Hand Crossbow vs. Sling

DM_Blake

First Post
Not mentioned yet, but it's worth noting that it's much easier to fire any crossbow when you're prone than it is to fire a sling.

Also worth mentioning is that it's very very difficult to accurately fire slings at a downward angle, like when you're the castle defender up on the parapet.

While we're at it, loopholes, manchiolations, and other castle defenses designed to allow defenders to fire weapons at attackers outside the walls without exposing themselves to return fire would be almost useless to anyone armed with a sling.

On the plus side, when you run out of crossbow ammunition, you can't easily just wander around your campsite shuffling your feet to turn up some suitable ammunition. But, if your weapon of choice is a sling, scrounging up a pocketful of stones of reasonble size and aerodynamics to make serviceable ammunition is a task that can be completed during a short rest in most stony environments (sandy beaches or deserts, icy arctic wastes, the deck of a sailing ship, the puffy cloud at the top of Jack's Beanstalk, or other strange environments might be relatively devoid of scroungeable sling ammo).
 

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ShinRyuuBR

First Post
Not mentioned yet, but it's worth noting that it's much easier to fire any crossbow when you're prone than it is to fire a sling.

Also worth mentioning is that it's very very difficult to accurately fire slings at a downward angle, like when you're the castle defender up on the parapet.

While we're at it, loopholes, manchiolations, and other castle defenses designed to allow defenders to fire weapons at attackers outside the walls without exposing themselves to return fire would be almost useless to anyone armed with a sling.

Those are very good points... except the game doesn't account for any of them. Only DM' discretion can put such favor on the crossbow's side of the balance... which is kind of stupid of the game, really. Unless it's there and I haven't seen it.
 

StreamOfTheSky

Adventurer
In 3e, you needed a feat to use a hand crossbow, and even then it was pretty much identical to a sling. The only difference is that hand crossbows in 3e crit on 19-20.

Hand crossbows were quite lame in 1e/2e, as well, IIRC.

I think the designers of every edition actually hate hand crossbows, since I can't remember an edition where they haven't sucked.

-O

Actually, in 3E you could take the Rapid Reload feat and full attack with a hand crossbow, but you couldn't use the feat with a sling. It was still inferior to the light crossbow, but at least that's a major point over the sling.
 

Plane Sailing

Astral Admin - Mwahahaha!
What I find surprising is that both sling and crossbow get +2 to hit from proficiency, because a sling is much harder to aim with than a crossbow (I've spent a long time trying to get proficient with a sling and in my experience it is much harder to hit a target consistently with than a bow or crossbow).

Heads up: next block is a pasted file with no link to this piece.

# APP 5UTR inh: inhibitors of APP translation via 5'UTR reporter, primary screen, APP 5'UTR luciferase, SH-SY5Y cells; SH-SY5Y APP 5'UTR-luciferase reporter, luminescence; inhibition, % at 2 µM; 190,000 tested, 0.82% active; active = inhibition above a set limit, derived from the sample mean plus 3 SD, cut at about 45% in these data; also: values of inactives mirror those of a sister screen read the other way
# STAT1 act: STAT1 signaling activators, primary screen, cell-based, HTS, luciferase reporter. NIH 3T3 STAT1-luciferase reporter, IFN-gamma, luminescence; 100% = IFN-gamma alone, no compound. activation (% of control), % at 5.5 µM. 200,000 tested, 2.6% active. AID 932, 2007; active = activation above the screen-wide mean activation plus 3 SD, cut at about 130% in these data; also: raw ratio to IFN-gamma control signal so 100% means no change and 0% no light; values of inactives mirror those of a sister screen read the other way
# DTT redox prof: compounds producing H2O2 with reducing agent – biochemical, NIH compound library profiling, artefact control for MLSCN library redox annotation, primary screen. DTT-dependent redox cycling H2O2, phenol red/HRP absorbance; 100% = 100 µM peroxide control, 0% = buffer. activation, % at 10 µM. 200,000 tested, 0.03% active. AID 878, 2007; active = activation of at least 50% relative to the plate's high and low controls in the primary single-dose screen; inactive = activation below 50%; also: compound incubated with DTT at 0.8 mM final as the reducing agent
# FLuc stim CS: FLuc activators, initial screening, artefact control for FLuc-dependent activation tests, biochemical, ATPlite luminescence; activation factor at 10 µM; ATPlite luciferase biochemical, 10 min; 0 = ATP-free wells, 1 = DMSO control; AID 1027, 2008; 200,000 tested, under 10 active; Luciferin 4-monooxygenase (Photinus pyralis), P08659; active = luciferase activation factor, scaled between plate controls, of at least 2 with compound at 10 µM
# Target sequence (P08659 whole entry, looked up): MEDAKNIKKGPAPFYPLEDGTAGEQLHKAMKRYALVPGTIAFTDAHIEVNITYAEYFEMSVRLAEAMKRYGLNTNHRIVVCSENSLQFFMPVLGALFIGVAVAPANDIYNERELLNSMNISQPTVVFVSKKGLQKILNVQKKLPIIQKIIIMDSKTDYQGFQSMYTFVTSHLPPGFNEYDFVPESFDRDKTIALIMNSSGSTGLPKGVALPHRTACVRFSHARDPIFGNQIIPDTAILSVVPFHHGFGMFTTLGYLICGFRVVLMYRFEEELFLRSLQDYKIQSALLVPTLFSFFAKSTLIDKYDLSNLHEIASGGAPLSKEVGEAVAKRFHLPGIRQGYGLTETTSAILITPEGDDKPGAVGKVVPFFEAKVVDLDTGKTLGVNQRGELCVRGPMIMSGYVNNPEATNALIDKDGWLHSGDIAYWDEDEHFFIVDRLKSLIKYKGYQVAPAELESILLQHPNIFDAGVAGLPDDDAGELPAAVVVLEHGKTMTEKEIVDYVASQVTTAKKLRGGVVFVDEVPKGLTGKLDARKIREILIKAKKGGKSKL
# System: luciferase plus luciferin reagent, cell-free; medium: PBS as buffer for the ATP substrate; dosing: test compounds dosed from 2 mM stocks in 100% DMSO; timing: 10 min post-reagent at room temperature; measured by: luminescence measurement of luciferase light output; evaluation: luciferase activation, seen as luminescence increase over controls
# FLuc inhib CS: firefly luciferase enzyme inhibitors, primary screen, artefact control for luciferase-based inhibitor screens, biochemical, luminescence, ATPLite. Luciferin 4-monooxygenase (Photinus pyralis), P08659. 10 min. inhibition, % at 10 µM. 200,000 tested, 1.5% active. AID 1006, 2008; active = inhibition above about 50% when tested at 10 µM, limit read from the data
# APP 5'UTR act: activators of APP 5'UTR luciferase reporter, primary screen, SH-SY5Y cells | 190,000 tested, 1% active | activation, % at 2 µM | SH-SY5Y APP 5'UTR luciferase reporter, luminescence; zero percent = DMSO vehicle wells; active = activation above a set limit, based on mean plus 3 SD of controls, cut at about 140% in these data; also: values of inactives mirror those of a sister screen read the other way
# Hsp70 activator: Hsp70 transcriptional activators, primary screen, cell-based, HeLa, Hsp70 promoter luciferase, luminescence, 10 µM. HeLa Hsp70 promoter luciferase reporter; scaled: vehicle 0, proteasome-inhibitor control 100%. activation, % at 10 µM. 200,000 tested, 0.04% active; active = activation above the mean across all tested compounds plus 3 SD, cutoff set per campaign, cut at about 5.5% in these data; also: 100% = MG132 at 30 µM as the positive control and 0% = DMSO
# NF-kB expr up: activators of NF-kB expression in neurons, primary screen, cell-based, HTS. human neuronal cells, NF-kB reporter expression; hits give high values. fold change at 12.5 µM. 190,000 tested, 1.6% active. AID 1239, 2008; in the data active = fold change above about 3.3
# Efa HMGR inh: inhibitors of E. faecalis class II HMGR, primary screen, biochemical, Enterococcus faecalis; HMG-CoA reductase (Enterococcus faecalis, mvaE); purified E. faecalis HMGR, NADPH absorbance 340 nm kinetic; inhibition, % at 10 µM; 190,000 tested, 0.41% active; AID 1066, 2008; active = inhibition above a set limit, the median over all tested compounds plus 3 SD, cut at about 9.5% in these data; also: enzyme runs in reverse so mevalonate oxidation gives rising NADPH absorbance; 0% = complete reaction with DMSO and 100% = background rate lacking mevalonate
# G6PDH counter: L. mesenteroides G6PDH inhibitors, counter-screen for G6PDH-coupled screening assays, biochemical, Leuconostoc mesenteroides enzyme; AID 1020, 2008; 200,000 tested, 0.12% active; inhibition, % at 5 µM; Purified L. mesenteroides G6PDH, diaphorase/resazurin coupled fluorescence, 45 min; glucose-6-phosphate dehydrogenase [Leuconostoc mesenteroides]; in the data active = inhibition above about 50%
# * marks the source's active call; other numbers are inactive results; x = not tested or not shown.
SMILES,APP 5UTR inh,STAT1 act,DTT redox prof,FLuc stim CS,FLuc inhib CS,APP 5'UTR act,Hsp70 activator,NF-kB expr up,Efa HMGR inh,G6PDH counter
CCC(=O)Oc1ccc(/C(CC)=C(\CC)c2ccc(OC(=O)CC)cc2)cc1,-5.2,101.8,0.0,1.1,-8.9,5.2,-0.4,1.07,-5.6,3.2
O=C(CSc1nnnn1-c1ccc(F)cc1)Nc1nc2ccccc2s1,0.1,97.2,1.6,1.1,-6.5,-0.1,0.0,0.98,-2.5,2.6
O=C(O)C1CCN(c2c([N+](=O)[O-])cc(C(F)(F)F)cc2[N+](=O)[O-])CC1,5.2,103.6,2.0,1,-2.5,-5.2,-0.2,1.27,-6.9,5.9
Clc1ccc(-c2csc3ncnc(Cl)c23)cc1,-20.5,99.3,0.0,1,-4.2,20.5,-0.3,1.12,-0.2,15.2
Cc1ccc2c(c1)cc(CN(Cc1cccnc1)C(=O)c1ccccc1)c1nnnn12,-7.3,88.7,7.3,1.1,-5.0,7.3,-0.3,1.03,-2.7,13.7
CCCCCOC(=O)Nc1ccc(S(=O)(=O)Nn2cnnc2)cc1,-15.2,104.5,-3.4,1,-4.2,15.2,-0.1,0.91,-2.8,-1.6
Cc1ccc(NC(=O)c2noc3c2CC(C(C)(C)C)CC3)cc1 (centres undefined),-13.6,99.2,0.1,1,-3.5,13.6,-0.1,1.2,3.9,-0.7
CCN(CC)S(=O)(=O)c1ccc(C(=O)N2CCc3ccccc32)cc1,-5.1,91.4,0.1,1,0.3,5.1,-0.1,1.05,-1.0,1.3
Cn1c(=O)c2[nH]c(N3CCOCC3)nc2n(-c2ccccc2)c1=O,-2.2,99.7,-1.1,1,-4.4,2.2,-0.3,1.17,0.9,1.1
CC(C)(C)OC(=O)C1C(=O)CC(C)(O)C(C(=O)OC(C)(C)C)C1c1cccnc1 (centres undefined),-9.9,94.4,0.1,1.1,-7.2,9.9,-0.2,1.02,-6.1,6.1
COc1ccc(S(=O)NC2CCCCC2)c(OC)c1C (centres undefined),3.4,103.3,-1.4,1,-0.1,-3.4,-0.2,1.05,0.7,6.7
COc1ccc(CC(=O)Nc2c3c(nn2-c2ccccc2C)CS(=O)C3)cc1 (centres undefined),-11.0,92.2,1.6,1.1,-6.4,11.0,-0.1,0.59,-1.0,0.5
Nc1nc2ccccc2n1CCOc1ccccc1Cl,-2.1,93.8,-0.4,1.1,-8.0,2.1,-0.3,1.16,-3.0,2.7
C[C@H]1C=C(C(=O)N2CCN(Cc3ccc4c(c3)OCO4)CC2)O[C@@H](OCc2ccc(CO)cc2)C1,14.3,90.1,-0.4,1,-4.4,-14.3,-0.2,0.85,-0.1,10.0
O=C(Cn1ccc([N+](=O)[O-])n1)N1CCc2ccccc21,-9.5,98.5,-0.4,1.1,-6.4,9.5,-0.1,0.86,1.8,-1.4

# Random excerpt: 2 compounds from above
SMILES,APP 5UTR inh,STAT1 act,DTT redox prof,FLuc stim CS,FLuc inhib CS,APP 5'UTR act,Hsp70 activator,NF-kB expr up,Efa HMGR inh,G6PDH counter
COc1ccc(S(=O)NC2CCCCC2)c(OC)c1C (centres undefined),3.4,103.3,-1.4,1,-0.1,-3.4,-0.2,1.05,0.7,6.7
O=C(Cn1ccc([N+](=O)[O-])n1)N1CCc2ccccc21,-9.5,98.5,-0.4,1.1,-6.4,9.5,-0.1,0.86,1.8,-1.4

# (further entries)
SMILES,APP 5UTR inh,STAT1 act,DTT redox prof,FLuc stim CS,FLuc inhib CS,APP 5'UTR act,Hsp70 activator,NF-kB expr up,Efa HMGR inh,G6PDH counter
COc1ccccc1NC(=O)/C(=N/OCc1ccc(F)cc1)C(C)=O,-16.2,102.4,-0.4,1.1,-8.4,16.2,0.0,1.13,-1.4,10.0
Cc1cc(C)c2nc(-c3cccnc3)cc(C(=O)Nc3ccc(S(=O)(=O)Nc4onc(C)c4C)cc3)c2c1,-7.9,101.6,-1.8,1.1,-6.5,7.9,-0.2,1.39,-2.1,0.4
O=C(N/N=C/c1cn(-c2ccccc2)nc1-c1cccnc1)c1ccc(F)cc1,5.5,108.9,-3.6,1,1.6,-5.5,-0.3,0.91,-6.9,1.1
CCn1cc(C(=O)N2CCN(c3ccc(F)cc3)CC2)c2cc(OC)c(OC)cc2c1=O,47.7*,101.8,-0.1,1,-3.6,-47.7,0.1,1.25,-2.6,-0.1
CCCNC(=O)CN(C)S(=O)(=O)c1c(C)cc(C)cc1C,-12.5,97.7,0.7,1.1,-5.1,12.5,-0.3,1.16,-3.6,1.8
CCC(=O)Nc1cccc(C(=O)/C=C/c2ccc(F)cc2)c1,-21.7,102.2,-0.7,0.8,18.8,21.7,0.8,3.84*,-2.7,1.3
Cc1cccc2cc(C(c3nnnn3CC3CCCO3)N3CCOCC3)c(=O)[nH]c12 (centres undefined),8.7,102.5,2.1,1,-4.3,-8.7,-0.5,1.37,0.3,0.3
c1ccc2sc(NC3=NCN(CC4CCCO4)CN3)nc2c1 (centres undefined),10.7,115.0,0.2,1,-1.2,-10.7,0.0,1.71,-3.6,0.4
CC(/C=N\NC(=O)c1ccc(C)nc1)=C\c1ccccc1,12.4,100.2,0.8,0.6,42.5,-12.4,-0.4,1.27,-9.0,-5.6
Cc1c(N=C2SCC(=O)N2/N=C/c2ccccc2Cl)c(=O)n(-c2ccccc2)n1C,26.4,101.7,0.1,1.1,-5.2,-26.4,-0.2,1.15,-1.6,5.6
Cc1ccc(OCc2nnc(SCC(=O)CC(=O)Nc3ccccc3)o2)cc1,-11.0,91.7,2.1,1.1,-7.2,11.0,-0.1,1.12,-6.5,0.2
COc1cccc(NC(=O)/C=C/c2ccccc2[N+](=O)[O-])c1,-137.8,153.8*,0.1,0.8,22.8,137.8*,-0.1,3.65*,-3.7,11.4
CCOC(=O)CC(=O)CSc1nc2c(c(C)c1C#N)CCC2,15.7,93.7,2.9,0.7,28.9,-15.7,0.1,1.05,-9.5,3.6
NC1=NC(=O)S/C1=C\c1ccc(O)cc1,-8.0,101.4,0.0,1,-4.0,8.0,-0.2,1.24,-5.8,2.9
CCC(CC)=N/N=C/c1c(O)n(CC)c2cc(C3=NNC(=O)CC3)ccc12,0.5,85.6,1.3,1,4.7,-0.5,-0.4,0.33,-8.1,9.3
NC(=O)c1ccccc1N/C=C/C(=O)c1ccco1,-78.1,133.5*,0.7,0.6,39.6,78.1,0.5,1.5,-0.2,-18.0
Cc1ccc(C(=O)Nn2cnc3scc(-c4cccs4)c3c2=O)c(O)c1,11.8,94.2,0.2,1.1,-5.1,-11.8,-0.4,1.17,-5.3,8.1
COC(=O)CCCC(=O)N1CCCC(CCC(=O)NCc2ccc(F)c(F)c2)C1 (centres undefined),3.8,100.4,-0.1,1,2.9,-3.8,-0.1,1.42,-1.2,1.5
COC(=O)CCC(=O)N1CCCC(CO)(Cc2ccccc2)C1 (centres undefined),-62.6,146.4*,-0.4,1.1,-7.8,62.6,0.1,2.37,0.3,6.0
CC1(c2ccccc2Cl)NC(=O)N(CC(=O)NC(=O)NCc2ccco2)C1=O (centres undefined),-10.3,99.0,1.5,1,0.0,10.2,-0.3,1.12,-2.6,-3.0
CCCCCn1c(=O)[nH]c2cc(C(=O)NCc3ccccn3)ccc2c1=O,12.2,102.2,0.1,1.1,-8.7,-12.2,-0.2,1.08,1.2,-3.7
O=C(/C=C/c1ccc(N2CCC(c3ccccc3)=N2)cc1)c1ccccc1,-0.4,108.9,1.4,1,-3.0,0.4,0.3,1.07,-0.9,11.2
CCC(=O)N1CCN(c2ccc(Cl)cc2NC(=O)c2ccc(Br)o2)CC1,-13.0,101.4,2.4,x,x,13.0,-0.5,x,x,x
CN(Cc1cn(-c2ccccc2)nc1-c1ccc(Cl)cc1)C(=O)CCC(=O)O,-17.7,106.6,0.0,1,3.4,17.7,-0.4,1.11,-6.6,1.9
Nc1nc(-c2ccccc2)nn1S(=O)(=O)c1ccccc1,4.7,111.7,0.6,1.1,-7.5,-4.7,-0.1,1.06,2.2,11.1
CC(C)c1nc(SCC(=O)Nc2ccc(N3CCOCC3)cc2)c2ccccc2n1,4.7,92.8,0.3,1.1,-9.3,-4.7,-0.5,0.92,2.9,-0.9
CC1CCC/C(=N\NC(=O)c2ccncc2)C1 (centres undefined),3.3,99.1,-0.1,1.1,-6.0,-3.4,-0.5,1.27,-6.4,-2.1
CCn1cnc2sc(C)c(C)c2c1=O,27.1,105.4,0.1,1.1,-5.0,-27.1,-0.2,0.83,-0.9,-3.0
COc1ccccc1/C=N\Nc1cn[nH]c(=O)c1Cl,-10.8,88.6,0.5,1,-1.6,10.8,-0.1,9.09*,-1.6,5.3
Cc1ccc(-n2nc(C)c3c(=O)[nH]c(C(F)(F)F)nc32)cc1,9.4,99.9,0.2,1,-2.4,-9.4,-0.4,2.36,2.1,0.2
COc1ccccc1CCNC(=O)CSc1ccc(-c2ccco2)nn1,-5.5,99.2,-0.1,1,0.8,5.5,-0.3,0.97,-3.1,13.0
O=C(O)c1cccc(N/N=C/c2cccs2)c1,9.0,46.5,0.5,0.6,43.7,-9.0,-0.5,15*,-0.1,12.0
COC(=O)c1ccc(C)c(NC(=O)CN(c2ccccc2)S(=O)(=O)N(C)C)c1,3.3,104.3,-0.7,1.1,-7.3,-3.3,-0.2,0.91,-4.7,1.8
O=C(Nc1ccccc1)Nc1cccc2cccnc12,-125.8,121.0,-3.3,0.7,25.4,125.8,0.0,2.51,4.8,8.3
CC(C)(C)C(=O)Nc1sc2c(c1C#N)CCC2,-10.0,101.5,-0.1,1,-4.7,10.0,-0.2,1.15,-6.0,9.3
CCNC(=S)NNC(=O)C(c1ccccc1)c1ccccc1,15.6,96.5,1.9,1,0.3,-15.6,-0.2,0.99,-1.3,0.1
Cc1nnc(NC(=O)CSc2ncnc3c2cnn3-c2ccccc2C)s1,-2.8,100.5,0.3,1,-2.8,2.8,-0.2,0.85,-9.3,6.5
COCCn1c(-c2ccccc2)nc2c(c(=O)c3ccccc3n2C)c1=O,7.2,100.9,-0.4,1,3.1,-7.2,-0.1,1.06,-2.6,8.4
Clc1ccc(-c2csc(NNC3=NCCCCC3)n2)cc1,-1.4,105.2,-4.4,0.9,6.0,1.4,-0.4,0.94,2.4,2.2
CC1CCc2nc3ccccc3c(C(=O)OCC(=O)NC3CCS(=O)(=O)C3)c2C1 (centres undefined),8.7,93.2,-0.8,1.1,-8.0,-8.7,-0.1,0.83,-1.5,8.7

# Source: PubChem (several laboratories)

I'd have been tempted to give slings just +1 for proficiency, which would probably balance the choices somewhat better.

I'd choose a hand crossbow for style every time though :)
 



For more fun reading on slings vs. hand xbows, check out this thread. No major insights regarding RAW, but some fun historical points and other factors that may be relevant depending on whether your DM intends to use any "common sense" adjudication. For example, your DM may not allow you to use a sling while benefiting from the cover of an arrow slit.
 

NeoNick

First Post
@ ShinRyuBR

I think your findings was interesting and I'd say that your point was valid. :)

Then comes arguments pro X-bow that people have mentioned, like style, ammo-weight and shooting prone or in strange situations. Those are IMHO a either depeninding on player prefernces (style) or more because of situational or campaign oriented bonuses. But they can be important anyhow!

I agree with all the above pro X-bow arguments, but I can state a few pro-Sling arguments to show that there are other considerations.
a) a sling is in most cases easier to smuggle in somewhere. In some campaigns that can mean the same effect as today's smuggling in a revolver to shoot somebody.
b) I have a friend who loves slings and he thinks them really cool (which I don't, I just tolerate them) :)
c) kobolds use slings in creative ways that players can learn from; glue pots (immobilize effect) or stinkpots (-2 to attack roll). You could even argue that you can send a firepot that attacks the square instead of the target. The X-bows hasn't got all the advantages as many would rule they do with poison.

Lastly there are different ways campaigns and DM's handle things. So in some campaigns I think that the DM and players don't want to spend time on counting ammo (except in very special situations). In other campaigns they do the same thing with weight, so nobody could care less for a few pounds here and there. And in some even gold isn't counted by the piece.

I'm not trying to be a besserwisser, only to perhaps show some more perspective - the same way many of your above post got me thinking! :)
 
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